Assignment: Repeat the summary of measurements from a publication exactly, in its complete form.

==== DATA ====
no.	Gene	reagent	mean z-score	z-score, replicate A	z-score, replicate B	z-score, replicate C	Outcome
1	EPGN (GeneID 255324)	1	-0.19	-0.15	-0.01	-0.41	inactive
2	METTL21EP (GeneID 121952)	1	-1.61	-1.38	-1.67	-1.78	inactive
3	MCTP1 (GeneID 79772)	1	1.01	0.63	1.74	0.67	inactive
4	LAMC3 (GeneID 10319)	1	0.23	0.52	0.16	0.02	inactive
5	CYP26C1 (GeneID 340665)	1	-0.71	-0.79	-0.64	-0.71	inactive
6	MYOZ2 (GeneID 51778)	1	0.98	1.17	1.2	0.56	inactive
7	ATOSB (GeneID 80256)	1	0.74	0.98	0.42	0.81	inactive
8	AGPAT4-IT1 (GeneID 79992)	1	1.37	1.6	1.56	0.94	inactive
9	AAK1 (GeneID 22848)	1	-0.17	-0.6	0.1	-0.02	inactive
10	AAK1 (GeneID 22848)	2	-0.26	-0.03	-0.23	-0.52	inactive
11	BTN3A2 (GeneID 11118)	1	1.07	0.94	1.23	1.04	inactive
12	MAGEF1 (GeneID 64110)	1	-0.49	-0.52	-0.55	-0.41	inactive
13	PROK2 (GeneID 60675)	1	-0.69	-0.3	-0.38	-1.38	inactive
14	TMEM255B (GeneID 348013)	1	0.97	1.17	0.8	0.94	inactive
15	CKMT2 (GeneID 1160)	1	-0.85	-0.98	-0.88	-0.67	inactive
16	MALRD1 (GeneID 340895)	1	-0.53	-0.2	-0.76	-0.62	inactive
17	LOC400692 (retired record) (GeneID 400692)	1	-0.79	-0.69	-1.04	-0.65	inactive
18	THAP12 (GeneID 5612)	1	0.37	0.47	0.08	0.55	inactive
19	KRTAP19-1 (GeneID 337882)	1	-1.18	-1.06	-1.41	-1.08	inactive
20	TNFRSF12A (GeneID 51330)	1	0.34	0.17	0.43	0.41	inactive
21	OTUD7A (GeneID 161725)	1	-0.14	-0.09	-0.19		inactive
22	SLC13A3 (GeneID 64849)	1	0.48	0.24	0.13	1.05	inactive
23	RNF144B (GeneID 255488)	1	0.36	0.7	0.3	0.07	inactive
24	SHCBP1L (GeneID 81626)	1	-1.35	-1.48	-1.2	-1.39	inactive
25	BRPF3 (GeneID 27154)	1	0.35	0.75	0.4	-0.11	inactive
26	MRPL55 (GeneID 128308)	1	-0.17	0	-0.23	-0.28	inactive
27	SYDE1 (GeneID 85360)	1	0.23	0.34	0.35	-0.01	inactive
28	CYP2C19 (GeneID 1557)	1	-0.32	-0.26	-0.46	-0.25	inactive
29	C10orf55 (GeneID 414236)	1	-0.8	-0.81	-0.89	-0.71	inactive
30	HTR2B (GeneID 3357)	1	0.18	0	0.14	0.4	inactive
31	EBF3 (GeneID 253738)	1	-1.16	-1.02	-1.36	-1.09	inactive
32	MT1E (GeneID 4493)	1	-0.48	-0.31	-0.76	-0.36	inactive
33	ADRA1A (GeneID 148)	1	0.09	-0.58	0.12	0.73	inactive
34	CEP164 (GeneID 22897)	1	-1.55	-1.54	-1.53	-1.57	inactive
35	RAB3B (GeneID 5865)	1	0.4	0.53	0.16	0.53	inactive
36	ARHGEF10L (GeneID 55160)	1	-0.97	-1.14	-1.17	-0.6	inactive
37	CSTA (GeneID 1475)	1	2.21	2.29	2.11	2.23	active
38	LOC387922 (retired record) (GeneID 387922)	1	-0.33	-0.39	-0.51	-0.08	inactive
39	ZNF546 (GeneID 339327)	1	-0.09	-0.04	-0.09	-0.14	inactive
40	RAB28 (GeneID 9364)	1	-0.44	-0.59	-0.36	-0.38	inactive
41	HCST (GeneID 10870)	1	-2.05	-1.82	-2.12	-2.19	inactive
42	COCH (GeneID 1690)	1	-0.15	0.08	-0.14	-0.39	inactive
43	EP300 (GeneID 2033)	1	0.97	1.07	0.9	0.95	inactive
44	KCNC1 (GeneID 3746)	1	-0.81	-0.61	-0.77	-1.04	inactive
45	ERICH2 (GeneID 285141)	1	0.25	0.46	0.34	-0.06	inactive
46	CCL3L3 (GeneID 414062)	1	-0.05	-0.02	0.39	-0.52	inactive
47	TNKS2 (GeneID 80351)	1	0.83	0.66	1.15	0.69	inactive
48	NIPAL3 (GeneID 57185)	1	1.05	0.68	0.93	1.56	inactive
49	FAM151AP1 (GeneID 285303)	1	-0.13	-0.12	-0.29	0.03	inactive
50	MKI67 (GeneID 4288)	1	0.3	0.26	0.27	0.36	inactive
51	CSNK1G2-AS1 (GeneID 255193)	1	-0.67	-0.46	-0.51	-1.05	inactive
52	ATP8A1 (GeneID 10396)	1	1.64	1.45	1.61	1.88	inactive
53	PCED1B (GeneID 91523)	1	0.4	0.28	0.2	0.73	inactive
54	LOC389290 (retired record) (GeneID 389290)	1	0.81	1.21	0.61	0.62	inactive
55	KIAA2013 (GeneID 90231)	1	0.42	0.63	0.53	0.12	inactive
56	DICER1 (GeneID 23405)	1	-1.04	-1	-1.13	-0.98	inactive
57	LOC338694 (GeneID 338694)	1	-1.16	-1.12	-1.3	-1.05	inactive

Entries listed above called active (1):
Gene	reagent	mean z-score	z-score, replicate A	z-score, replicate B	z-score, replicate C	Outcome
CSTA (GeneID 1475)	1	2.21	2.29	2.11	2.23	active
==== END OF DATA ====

no.	Gene	reagent	mean z-score	z-score, replicate A	z-score, replicate B	z-score, replicate C	Outcome
1	EPGN (GeneID 255324)	1	-0.19	-0.15	-0.01	-0.41	inactive
2	METTL21EP (GeneID 121952)	1	-1.61	-1.38	-1.67	-1.78	inactive
3	MCTP1 (GeneID 79772)	1	1.01	0.63	1.74	0.67	inactive
4	LAMC3 (GeneID 10319)	1	0.23	0.52	0.16	0.02	inactive
5	CYP26C1 (GeneID 340665)	1	-0.71	-0.79	-0.64	-0.71	inactive
6	MYOZ2 (GeneID 51778)	1	0.98	1.17	1.2	0.56	inactive
7	ATOSB (GeneID 80256)	1	0.74	0.98	0.42	0.81	inactive
8	AGPAT4-IT1 (GeneID 79992)	1	1.37	1.6	1.56	0.94	inactive
9	AAK1 (GeneID 22848)	1	-0.17	-0.6	0.1	-0.02	inactive
10	AAK1 (GeneID 22848)	2	-0.26	-0.03	-0.23	-0.52	inactive
11	BTN3A2 (GeneID 11118)	1	1.07	0.94	1.23	1.04	inactive
12	MAGEF1 (GeneID 64110)	1	-0.49	-0.52	-0.55	-0.41	inactive
13	PROK2 (GeneID 60675)	1	-0.69	-0.3	-0.38	-1.38	inactive
14	TMEM255B (GeneID 348013)	1	0.97	1.17	0.8	0.94	inactive
15	CKMT2 (GeneID 1160)	1	-0.85	-0.98	-0.88	-0.67	inactive
16	MALRD1 (GeneID 340895)	1	-0.53	-0.2	-0.76	-0.62	inactive
17	LOC400692 (retired record) (GeneID 400692)	1	-0.79	-0.69	-1.04	-0.65	inactive
18	THAP12 (GeneID 5612)	1	0.37	0.47	0.08	0.55	inactive
19	KRTAP19-1 (GeneID 337882)	1	-1.18	-1.06	-1.41	-1.08	inactive
20	TNFRSF12A (GeneID 51330)	1	0.34	0.17	0.43	0.41	inactive
21	OTUD7A (GeneID 161725)	1	-0.14	-0.09	-0.19		inactive
22	SLC13A3 (GeneID 64849)	1	0.48	0.24	0.13	1.05	inactive
23	RNF144B (GeneID 255488)	1	0.36	0.7	0.3	0.07	inactive
24	SHCBP1L (GeneID 81626)	1	-1.35	-1.48	-1.2	-1.39	inactive
25	BRPF3 (GeneID 27154)	1	0.35	0.75	0.4	-0.11	inactive
26	MRPL55 (GeneID 128308)	1	-0.17	0	-0.23	-0.28	inactive
27	SYDE1 (GeneID 85360)	1	0.23	0.34	0.35	-0.01	inactive
28	CYP2C19 (GeneID 1557)	1	-0.32	-0.26	-0.46	-0.25	inactive
29	C10orf55 (GeneID 414236)	1	-0.8	-0.81	-0.89	-0.71	inactive
30	HTR2B (GeneID 3357)	1	0.18	0	0.14	0.4	inactive
31	EBF3 (GeneID 253738)	1	-1.16	-1.02	-1.36	-1.09	inactive
32	MT1E (GeneID 4493)	1	-0.48	-0.31	-0.76	-0.36	inactive
33	ADRA1A (GeneID 148)	1	0.09	-0.58	0.12	0.73	inactive
34	CEP164 (GeneID 22897)	1	-1.55	-1.54	-1.53	-1.57	inactive
35	RAB3B (GeneID 5865)	1	0.4	0.53	0.16	0.53	inactive
36	ARHGEF10L (GeneID 55160)	1	-0.97	-1.14	-1.17	-0.6	inactive
37	CSTA (GeneID 1475)	1	2.21	2.29	2.11	2.23	active
38	LOC387922 (retired record) (GeneID 387922)	1	-0.33	-0.39	-0.51	-0.08	inactive
39	ZNF546 (GeneID 339327)	1	-0.09	-0.04	-0.09	-0.14	inactive
40	RAB28 (GeneID 9364)	1	-0.44	-0.59	-0.36	-0.38	inactive
41	HCST (GeneID 10870)	1	-2.05	-1.82	-2.12	-2.19	inactive
42	COCH (GeneID 1690)	1	-0.15	0.08	-0.14	-0.39	inactive
43	EP300 (GeneID 2033)	1	0.97	1.07	0.9	0.95	inactive
44	KCNC1 (GeneID 3746)	1	-0.81	-0.61	-0.77	-1.04	inactive
45	ERICH2 (GeneID 285141)	1	0.25	0.46	0.34	-0.06	inactive
46	CCL3L3 (GeneID 414062)	1	-0.05	-0.02	0.39	-0.52	inactive
47	TNKS2 (GeneID 80351)	1	0.83	0.66	1.15	0.69	inactive
48	NIPAL3 (GeneID 57185)	1	1.05	0.68	0.93	1.56	inactive
49	FAM151AP1 (GeneID 285303)	1	-0.13	-0.12	-0.29	0.03	inactive
50	MKI67 (GeneID 4288)	1	0.3	0.26	0.27	0.36	inactive
51	CSNK1G2-AS1 (GeneID 255193)	1	-0.67	-0.46	-0.51	-1.05	inactive
52	ATP8A1 (GeneID 10396)	1	1.64	1.45	1.61	1.88	inactive
53	PCED1B (GeneID 91523)	1	0.4	0.28	0.2	0.73	inactive
54	LOC389290 (retired record) (GeneID 389290)	1	0.81	1.21	0.61	0.62	inactive
55	KIAA2013 (GeneID 90231)	1	0.42	0.63	0.53	0.12	inactive
56	DICER1 (GeneID 23405)	1	-1.04	-1	-1.13	-0.98	inactive
57	LOC338694 (GeneID 338694)	1	-1.16	-1.12	-1.3	-1.05	inactive

Entries listed above called active (1):
Gene	reagent	mean z-score	z-score, replicate A	z-score, replicate B	z-score, replicate C	Outcome
CSTA (GeneID 1475)	1	2.21	2.29	2.11	2.23	active